Kenya-Somalia – more than just a hot pursuit raid

Keith Somerville

A day after the announcement that Kenyan forces had crossed into Somalia to drive al Shabab fighters away from the border and three days after the start of the Kenyan attack, hard news is scarce but it is clear that this was not a limited raid but a concerted attempt to seriously weaken the Somali  Islamic  group.

Large numbers of Kenyan troops have been committed. One leading blogger, Dennis Ole Tumbi, reports from his sources that 34 different “columns” of troops with armoured vehicles and some tanks are involved, though there is no clear picture of the size of the columns or overall numbers.  Units involved include the 1st Kenya Rifles, backed by tanks, artillery and air support. Somali eye-witnesses have told news agencies and newspapers of seeing dozens of vehciles, including armoured ones.

Afmadow the next target

Reports from Nairobi suggest that the Kenyan units have moved well beyond the border and are targeting al Shabab units in Afmadow, 100 kilometres from the border.  There are also growing indications of cooperation between Somali transitional government forces and the Kenyans and that they have been joined by Islamic fighters from the Ras Kamboni Brigade, a group which once supported al Shabab but is more moderate and now is li ing up with the government.

The Nairobi Nation newspaper says Somali residents of Tabto and Qoqani towns in Lower Juba region confirmed that Somali government forces in alliance with Ras Kamboni fighters have supported the Kenyan offensive.

al Shabab mobilises and issues threats

On the other side of the frontline, al Shabab has mobilised hundreds of its combatants and has been seizing vehicles in areas it controls to speed units towards Afmadow and southern Somalia.  Eye-witnesses in the southern Somali port of Kismayu told the French news agency AFP that he saw “50 trucks and pick-up trucks mounted with machine guns, with hundreds of fighters heading towards the Kenyan border”.  The group has also been taking vehicles around Mogadishu to send more fighters south.

On Monday al Shabab spokesman Ali Mohamud Rage told the BBC Somali service that his fighters would attack Nairobi.  Mr Rage said: “We will defend ourselves. Kenya doesn’t know war. We know war.  The tall buildings in Nairobi will be destroyed.”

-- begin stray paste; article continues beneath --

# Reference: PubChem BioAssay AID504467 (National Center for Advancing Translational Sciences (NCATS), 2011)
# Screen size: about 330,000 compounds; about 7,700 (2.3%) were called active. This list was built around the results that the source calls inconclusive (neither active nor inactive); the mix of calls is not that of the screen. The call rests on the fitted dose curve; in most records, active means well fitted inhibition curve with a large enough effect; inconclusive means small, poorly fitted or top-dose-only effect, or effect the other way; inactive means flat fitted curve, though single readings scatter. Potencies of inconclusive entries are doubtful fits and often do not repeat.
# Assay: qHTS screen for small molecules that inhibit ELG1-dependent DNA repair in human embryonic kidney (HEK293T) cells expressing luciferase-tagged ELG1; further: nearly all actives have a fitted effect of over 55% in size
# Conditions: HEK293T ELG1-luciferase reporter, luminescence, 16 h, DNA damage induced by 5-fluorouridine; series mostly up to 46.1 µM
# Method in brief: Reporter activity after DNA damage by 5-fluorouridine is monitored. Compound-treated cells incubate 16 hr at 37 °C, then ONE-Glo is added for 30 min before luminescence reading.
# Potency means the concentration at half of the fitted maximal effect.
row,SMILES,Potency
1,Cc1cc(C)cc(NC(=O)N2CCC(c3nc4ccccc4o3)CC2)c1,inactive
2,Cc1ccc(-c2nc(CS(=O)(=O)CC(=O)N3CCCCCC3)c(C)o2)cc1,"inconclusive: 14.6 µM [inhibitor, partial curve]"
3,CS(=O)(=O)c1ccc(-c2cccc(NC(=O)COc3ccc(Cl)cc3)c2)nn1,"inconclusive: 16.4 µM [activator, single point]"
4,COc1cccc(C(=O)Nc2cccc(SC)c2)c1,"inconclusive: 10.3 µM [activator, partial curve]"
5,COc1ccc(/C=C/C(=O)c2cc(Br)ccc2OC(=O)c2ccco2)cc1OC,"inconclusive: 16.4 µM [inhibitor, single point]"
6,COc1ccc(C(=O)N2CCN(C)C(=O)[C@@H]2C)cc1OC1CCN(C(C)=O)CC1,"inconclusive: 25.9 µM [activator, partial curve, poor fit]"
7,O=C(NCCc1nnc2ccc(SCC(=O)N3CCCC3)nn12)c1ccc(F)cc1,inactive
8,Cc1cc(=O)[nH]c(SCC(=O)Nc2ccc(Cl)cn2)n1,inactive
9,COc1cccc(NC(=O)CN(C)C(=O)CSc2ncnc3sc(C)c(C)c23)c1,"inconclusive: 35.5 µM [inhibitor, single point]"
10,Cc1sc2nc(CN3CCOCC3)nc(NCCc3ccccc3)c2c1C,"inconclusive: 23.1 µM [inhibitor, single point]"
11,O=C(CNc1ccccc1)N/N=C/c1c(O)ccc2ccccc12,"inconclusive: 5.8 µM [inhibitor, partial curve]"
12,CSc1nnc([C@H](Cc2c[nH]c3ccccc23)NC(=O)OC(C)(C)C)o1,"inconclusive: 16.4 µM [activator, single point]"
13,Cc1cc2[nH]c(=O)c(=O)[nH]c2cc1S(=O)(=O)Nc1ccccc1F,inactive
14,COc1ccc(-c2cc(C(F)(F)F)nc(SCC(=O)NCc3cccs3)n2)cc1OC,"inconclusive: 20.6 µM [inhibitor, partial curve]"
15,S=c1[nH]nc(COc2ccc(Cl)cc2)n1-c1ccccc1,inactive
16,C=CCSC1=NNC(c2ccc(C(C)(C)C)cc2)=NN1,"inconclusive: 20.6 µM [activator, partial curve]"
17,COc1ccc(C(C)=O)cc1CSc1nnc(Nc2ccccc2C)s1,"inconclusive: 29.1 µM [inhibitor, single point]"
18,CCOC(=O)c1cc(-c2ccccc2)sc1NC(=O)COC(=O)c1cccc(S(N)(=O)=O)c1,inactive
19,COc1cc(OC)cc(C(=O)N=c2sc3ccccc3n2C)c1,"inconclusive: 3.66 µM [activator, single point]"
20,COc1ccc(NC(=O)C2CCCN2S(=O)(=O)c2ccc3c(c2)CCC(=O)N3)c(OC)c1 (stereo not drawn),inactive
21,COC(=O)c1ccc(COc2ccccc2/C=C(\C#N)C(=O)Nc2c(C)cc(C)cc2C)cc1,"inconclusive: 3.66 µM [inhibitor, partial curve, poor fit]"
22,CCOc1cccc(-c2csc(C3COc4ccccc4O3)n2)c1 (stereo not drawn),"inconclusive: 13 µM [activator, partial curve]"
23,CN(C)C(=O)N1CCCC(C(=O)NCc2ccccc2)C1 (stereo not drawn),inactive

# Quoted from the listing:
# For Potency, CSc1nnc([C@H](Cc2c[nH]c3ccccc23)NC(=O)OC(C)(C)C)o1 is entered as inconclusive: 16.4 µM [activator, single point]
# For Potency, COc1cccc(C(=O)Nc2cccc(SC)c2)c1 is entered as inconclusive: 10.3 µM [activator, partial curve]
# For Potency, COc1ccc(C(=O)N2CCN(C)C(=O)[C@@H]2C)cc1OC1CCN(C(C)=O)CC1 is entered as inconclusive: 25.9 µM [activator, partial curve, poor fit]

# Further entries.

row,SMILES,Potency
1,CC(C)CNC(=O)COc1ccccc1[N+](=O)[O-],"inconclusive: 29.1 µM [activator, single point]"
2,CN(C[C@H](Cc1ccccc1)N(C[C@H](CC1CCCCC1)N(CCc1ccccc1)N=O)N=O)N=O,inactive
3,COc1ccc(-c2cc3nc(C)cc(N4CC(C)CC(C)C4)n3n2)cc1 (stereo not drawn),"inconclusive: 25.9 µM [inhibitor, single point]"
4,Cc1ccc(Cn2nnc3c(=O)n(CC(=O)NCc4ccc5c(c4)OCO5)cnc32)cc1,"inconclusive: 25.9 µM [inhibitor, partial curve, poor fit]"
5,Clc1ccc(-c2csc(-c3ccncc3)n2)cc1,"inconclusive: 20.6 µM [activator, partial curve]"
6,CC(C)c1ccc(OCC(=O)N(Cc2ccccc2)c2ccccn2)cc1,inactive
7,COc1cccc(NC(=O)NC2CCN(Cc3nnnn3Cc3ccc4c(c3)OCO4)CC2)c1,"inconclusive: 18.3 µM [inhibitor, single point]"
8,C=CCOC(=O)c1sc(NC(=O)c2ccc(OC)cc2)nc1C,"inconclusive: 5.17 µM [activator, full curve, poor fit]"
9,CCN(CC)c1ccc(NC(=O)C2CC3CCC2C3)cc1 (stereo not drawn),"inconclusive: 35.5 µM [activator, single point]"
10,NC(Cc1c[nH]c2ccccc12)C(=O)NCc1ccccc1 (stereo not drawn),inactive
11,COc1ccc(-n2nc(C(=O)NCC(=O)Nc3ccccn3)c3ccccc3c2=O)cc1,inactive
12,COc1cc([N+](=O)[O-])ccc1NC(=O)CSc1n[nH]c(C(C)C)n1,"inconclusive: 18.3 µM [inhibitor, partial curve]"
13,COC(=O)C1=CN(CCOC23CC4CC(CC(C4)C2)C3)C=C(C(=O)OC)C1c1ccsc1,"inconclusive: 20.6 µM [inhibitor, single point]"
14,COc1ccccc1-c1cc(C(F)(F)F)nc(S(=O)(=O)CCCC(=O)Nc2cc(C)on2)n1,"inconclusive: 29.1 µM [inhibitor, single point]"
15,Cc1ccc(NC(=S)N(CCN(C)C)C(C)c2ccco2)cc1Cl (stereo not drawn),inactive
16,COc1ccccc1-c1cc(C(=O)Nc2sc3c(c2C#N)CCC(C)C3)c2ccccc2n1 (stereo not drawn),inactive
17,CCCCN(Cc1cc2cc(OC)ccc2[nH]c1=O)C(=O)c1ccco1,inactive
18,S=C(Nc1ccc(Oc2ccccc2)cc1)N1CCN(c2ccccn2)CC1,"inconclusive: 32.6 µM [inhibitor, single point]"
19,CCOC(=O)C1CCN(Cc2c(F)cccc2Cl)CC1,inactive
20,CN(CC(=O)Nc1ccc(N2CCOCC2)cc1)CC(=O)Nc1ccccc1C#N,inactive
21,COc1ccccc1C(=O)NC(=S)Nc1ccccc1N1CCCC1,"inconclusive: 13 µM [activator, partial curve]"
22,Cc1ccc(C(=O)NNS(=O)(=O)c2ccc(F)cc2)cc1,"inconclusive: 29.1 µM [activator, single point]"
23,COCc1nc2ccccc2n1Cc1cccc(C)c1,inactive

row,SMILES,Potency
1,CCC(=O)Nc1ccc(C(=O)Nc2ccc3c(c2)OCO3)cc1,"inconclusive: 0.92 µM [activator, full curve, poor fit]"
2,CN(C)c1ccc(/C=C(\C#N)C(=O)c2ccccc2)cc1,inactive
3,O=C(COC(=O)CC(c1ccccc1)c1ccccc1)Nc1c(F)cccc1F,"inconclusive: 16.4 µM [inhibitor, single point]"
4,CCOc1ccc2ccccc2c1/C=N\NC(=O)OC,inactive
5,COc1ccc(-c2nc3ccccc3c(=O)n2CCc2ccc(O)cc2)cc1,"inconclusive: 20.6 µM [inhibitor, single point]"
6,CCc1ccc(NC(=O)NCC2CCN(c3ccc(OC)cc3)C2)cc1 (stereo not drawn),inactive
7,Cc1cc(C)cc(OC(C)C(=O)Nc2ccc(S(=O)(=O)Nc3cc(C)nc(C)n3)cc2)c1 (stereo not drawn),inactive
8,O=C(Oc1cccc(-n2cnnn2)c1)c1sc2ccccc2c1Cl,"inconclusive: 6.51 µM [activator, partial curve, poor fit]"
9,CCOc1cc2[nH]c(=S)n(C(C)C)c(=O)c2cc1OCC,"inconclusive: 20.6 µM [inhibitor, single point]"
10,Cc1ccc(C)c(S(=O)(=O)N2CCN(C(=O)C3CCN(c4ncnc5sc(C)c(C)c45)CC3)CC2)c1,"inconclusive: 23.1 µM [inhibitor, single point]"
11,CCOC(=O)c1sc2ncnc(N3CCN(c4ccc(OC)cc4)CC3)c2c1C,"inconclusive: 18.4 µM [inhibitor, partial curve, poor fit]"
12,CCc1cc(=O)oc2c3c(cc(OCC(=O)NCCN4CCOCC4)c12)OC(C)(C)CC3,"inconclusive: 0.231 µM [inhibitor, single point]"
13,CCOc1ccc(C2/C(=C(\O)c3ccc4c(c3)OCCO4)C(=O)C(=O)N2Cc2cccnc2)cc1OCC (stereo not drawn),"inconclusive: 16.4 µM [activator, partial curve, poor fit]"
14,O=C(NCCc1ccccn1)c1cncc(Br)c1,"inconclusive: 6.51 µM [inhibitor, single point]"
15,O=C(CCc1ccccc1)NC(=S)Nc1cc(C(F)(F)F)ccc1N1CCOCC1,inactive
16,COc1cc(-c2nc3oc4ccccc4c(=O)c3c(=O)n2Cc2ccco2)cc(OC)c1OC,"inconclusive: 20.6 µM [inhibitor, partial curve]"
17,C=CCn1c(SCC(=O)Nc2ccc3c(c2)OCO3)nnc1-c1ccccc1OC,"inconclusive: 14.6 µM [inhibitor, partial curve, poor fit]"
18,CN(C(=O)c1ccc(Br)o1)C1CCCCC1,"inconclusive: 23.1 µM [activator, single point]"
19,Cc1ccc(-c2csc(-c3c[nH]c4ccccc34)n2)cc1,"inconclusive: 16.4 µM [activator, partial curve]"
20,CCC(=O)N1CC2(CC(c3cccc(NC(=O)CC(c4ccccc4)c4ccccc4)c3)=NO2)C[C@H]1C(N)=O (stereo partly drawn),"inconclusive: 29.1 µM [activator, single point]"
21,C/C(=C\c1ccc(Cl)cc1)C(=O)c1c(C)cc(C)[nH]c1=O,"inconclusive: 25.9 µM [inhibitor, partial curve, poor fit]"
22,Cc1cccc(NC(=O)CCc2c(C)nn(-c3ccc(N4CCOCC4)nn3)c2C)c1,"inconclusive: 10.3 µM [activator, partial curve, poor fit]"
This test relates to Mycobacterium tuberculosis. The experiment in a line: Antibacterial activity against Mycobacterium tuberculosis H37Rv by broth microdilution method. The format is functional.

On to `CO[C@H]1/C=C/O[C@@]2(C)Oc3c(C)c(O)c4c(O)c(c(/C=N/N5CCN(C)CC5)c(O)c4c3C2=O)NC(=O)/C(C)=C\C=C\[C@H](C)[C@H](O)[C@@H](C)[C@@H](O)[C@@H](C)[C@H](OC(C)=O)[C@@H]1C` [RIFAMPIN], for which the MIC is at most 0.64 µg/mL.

Journalists in Nairobi are reporting that elite Kenyan security units were already being deployed to guard major buildings in central Nairobi.

Military operations will continue unti desired effect achieved

On Monday the Internal Security Minister and George Saitoti and Defence Minister Mohammed Yusuf Haji both said that the military operation would continue until the “desired effects” were achieved, though without clearly detailing those effects.  The ministers blamed al Shabab for kdnappings, piracy and the killings of both kenyan citizens and foreigners in raids across the border or attacks in the Indian Ocean.

They said the military offensive, named Operation Linda Nchi (Operation Protect Kenya would be sustained until the Islamic militia was subdued – though it is not clear whether this means just in a buffer zone along the border or whether kenya is committed to supprting the transitional government and it allies in destroying the militia’s military forces completely.

Whatever the final aim, the Kenyan government says it is acting under international law to prevent corss-border terrorism.

Conflicting signals from Somali government

As the fighting continues there are still conflicting signals from the Somali transitional government.  There is evidence of cooperation betwee its forces and the Kenyans and the Kenyan government says it acted partly after requests from the Somali government.

But the Somali government spokesman Abdurahman Omar Osman on Monday repeated the official  line that that Kenya only helps Somali forces through training and logistical support for its forces.  he claimed that, “people may be confusing Somali troops trained in Kenya that are crossing to the other side with Kenyan soldiers”.

Kenyan casualties

No official figures have been released for casualties on either side not details of clashes between the opposing forces. But it is known that  five Kenyan soldiers died at Liboi airstrip near Garissa when a Chinese-made helicopter crashed soon after take off.  Kenyan military sources say that it wasn’t shot down but crashed and caught fire.

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One response to “Kenya-Somalia – more than just a hot pursuit raid

  1. Pingback: Kenya-Somalia: More than a hot pursuit raid | Africa – News and Analysis

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